In early May 1942 the Japanese launched Operation MO, a complex plan that involved the seizure of Tulagi and Port Moresby. Within the context of an ongoing regional war waged by land-based air forces, opposing fleet carriers were drawn into conflict for the first time in history. The result was the Battle of the Coral Sea, resulting in the loss of the USS Lexington and the withdrawal of the remaining American carrier.
The orthodox view of Coral Sea is of an Allied victory whereby the Japanese were forced to abandon their plan to capture Port Moresby. However, the authors make a compelling argument that the Japanese capacity to mount the invasion was largely intact and it was a serious error by their rigid and hierarchical command structure to postpone the invasion at this critical time.
Following the Coral Sea battle, the bloody aerial campaign continued in earnest between the land-based air forces. This resembled something of a slugfest between the opposing bases of Lae and Port Moresby – just one hour’s flying time apart.
The Allied offense was waged by American B-17 Flying Fortress, B-25 Mitchell and B-26 Marauder bombers shuttling up from Australia. Protecting their critical base at Port Moresby were a few hard-battling P-39 Airacobra squadrons, which suffered an astounding loss rate during this period.
On the Japanese side, their formations of Betty and Nell bombers regularly pounded Moresby, and by June had begun targeting its vulnerable harbor. These were protected by the wide-ranging Zero fighters of the famed Tainan Kokutai, whose fighter pilots were amongst the best and most experienced to be found on any front during the Second World War.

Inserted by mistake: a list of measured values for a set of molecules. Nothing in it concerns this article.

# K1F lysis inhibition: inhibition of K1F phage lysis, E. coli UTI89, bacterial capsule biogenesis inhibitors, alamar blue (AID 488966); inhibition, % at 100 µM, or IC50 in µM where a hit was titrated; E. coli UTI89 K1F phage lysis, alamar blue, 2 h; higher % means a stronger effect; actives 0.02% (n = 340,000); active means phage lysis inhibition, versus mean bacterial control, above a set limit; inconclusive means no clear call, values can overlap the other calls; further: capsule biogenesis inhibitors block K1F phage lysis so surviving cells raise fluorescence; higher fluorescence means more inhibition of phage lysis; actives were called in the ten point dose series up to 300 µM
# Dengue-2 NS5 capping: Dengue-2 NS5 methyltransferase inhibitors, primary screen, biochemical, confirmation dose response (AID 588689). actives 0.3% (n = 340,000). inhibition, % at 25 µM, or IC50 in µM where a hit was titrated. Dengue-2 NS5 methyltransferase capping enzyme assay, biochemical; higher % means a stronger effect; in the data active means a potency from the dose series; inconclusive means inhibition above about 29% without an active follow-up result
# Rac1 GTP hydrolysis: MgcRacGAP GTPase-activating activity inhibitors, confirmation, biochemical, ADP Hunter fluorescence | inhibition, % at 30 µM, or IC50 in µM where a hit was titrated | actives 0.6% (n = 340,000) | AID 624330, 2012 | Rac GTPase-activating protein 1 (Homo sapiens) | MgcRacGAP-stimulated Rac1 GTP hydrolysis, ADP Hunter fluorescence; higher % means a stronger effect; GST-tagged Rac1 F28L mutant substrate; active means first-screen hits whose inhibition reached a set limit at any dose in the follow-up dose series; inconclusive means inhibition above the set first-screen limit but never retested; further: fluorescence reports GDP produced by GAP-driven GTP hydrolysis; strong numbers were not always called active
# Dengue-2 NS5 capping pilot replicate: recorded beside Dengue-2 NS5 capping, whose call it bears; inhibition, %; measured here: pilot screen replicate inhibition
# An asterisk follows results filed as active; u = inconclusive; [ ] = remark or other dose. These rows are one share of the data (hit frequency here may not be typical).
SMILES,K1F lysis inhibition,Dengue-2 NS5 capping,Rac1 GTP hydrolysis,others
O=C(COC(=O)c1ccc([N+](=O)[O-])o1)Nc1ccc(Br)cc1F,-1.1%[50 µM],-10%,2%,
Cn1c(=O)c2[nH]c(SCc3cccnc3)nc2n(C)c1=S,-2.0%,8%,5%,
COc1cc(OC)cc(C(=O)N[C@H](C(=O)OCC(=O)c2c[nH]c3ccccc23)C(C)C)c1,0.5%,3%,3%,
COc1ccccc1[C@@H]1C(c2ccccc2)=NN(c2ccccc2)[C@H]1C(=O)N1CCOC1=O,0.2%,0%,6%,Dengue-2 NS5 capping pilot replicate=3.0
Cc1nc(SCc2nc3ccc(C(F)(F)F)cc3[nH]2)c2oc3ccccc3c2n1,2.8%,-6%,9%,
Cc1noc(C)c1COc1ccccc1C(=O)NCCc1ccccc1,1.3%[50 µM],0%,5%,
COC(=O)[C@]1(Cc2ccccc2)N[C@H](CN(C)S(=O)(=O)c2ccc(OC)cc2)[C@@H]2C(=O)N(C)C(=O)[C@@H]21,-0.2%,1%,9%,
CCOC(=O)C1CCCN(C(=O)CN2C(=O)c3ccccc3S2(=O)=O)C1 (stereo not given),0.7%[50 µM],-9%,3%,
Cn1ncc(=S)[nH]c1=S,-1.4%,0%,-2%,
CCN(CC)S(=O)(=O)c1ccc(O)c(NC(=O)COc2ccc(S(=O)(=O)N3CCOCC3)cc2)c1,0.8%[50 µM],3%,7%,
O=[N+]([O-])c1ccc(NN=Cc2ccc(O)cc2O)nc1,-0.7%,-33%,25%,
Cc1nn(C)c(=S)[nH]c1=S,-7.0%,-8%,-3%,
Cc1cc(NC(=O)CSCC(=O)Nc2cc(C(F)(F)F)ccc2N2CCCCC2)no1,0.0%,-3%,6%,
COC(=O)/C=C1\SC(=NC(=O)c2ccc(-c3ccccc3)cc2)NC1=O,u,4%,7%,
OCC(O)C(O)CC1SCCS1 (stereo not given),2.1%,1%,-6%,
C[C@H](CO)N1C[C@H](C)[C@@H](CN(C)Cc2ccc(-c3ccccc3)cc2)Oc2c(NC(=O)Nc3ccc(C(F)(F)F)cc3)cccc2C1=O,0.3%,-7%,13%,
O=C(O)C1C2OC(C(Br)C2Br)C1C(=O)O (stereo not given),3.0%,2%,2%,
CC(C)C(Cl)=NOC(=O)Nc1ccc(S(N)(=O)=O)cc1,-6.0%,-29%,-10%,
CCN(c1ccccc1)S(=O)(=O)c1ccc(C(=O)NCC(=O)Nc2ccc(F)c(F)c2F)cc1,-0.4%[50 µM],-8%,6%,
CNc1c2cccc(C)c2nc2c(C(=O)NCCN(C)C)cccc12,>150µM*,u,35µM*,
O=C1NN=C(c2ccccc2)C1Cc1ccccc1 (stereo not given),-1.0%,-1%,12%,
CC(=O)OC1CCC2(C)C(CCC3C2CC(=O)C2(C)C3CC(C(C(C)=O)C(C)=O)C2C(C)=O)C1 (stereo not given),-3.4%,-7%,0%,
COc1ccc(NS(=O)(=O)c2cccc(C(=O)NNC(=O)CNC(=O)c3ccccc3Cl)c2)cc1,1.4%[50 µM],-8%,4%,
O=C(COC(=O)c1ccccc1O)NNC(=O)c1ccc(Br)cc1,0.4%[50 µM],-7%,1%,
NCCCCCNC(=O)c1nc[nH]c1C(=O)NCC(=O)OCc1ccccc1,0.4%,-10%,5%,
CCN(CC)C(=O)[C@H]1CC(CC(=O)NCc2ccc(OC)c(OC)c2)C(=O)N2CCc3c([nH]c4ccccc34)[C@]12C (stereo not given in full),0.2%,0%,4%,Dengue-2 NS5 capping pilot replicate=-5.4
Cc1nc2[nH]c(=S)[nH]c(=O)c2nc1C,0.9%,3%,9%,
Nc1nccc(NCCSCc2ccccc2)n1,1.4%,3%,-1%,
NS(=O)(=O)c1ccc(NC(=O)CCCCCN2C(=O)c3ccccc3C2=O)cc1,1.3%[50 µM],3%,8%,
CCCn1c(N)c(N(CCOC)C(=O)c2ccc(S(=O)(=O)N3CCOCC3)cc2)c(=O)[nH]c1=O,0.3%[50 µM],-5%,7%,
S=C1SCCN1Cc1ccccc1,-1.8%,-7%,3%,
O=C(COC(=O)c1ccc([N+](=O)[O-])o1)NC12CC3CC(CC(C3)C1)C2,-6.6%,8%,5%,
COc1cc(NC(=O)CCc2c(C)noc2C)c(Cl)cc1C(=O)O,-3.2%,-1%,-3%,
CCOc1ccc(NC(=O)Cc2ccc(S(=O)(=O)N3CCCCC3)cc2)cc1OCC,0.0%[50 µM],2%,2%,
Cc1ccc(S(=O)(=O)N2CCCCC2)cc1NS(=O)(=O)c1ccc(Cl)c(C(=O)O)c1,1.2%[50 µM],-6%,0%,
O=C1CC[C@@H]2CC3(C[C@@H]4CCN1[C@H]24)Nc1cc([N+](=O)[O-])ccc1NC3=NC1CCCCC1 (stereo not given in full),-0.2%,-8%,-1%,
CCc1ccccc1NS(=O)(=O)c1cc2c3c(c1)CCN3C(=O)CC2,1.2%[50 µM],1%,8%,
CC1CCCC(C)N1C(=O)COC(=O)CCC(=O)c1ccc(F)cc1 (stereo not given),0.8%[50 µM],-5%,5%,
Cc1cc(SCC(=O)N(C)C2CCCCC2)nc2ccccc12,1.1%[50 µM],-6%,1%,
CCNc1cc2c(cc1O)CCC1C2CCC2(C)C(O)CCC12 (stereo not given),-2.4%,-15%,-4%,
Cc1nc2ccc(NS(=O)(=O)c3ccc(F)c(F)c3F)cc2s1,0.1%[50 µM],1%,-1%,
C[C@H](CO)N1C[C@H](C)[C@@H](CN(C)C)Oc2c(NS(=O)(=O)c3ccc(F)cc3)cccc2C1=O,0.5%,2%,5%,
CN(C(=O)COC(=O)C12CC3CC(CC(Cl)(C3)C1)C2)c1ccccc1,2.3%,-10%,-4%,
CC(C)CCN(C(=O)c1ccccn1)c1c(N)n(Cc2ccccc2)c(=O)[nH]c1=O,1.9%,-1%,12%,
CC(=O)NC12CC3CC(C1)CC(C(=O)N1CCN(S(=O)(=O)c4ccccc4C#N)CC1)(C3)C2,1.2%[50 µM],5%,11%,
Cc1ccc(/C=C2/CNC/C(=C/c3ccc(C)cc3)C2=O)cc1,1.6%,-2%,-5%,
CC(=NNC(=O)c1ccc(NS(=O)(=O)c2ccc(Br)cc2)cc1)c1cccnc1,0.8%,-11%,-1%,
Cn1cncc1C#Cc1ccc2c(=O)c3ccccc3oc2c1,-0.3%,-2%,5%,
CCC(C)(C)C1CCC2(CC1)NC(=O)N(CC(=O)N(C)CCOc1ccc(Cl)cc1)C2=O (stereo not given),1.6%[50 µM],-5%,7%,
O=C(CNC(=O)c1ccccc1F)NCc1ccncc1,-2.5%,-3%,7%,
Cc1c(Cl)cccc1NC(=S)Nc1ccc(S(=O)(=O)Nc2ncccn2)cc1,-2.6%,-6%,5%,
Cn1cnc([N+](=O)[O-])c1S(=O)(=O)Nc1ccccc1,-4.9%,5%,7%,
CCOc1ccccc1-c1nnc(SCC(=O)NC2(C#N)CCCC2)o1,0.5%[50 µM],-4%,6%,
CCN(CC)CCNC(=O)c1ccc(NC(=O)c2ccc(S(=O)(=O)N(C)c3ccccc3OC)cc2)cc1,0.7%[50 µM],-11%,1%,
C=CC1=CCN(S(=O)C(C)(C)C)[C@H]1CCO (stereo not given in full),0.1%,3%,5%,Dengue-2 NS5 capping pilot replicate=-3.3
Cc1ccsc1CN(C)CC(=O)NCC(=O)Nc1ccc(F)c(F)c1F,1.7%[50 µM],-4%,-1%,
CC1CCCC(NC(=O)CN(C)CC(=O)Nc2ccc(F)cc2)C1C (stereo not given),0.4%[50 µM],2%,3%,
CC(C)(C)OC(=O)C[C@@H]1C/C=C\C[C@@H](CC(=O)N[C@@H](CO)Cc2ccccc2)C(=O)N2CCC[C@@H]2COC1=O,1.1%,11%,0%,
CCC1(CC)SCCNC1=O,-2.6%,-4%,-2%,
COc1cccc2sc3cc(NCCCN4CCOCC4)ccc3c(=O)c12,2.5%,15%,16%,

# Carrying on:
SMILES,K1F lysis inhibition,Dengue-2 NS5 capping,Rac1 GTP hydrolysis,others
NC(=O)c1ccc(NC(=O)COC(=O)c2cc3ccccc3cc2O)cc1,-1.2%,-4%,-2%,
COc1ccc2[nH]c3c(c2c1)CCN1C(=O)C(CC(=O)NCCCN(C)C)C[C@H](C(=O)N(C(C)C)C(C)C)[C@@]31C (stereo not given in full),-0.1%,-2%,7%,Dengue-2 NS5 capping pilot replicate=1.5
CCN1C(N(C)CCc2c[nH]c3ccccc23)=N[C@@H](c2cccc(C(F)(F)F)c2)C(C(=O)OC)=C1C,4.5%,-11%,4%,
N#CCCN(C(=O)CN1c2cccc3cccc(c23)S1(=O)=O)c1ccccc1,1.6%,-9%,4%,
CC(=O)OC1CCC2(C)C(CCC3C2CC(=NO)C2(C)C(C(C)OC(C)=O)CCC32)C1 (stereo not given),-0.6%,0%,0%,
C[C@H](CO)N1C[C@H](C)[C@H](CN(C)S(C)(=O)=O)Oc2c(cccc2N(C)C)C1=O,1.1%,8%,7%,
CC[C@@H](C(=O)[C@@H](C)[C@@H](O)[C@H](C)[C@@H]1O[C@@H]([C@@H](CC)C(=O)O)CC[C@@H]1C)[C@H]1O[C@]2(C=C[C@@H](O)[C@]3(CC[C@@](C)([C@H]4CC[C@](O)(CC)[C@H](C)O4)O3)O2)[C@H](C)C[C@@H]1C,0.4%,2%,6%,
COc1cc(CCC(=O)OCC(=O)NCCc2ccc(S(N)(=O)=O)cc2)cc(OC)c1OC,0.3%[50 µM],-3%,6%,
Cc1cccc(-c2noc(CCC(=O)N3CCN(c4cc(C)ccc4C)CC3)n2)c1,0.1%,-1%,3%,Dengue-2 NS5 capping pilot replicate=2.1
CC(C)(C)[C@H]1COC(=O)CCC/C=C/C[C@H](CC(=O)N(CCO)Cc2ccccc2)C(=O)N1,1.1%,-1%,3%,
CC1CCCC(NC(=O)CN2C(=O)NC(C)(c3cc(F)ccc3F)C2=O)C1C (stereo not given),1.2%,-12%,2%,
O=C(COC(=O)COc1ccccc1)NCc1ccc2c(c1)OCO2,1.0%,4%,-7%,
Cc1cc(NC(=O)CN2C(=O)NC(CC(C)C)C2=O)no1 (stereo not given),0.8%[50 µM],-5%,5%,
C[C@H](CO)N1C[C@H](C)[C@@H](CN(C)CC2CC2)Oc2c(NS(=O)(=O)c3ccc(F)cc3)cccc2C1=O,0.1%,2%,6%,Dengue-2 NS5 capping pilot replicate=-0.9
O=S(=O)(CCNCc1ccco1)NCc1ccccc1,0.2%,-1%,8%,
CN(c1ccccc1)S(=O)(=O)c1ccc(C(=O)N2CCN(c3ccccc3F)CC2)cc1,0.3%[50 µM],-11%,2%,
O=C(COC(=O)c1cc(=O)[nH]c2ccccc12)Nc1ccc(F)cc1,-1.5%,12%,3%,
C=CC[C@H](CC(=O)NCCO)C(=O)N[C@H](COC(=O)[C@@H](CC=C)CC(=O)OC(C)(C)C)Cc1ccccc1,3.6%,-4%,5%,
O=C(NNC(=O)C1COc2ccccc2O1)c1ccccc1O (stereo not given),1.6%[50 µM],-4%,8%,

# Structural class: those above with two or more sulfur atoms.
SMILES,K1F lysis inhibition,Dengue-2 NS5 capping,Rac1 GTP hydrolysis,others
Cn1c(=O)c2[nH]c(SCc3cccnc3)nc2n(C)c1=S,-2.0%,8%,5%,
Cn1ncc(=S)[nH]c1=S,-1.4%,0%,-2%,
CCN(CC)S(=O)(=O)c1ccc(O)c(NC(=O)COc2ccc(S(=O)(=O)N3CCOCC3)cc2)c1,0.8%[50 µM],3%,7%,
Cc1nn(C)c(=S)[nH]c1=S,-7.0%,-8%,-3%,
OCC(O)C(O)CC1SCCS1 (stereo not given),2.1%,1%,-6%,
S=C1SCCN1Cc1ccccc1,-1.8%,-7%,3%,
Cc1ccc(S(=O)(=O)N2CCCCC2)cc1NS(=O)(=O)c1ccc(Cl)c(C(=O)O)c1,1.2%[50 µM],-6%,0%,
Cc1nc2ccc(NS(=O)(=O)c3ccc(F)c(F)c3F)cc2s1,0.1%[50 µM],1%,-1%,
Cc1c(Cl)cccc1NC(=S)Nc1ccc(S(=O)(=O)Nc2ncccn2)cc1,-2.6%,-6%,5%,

Never before has this campaign been chronicled in such detail, with Allied accounts matched against Japanese records and supported by the most accurate artwork ever produced of this era. Both authors are uniquely qualified to tell this story. Raised in Port Moresby, Michael Claringbould is a globally acknowledged expert on the New Guinea conflict and both Japanese and USAAF aviation of this period. Peter Ingman is an acclaimed military history author specializing in the early part of the Pacific War.
Chapter 1 Airacobras Arrive: Port Moresby 30 April–4 May
Chapter 2 Japanese Plans and Allied Response
Chapter 3 Tulagi Invaded: 1–4 May
Chapter 4 Land-based Air Activities: 1–4 May
Chapter 5 Operation MO: the Moresby Invasion
Chapter 6 Coral Sea Region: 5 and 6 May
Chapter 7 Morning Carrier Strikes: 7 May
Chapter 8 Crace’s Ordeal: 7 May
Chapter 9 Hara’s High Stakes Gamble and Regional Operations: 7 May
Chapter 10 USN Carrier Strike: 8 May
Chapter 11 IJN Carrier Strike: 8 May
Chapter 12 Operation RY and the Coral Sea Region: 9–14 May
Chapter 13 Port Moresby and Horn Island: 8–14 May
Chapter 14 Coral Sea Region: 15–31 May
Chapter 15 Port Moresby: 15–31 May
Chapter 16 The Grind Continues: 1–18 June
Chapter 17 Defences of New Caledonia, the New Hebrides, Fiji and Townsville
Appendix 1 Allied Aircraft Losses and Fatalities
Appendix 2 Japanese Aircraft Losses and Fatalities
Appendix 3 Cumulative Aircraft Losses and Fatalities
Appendix 4 Aircraft Profiles - Three-Way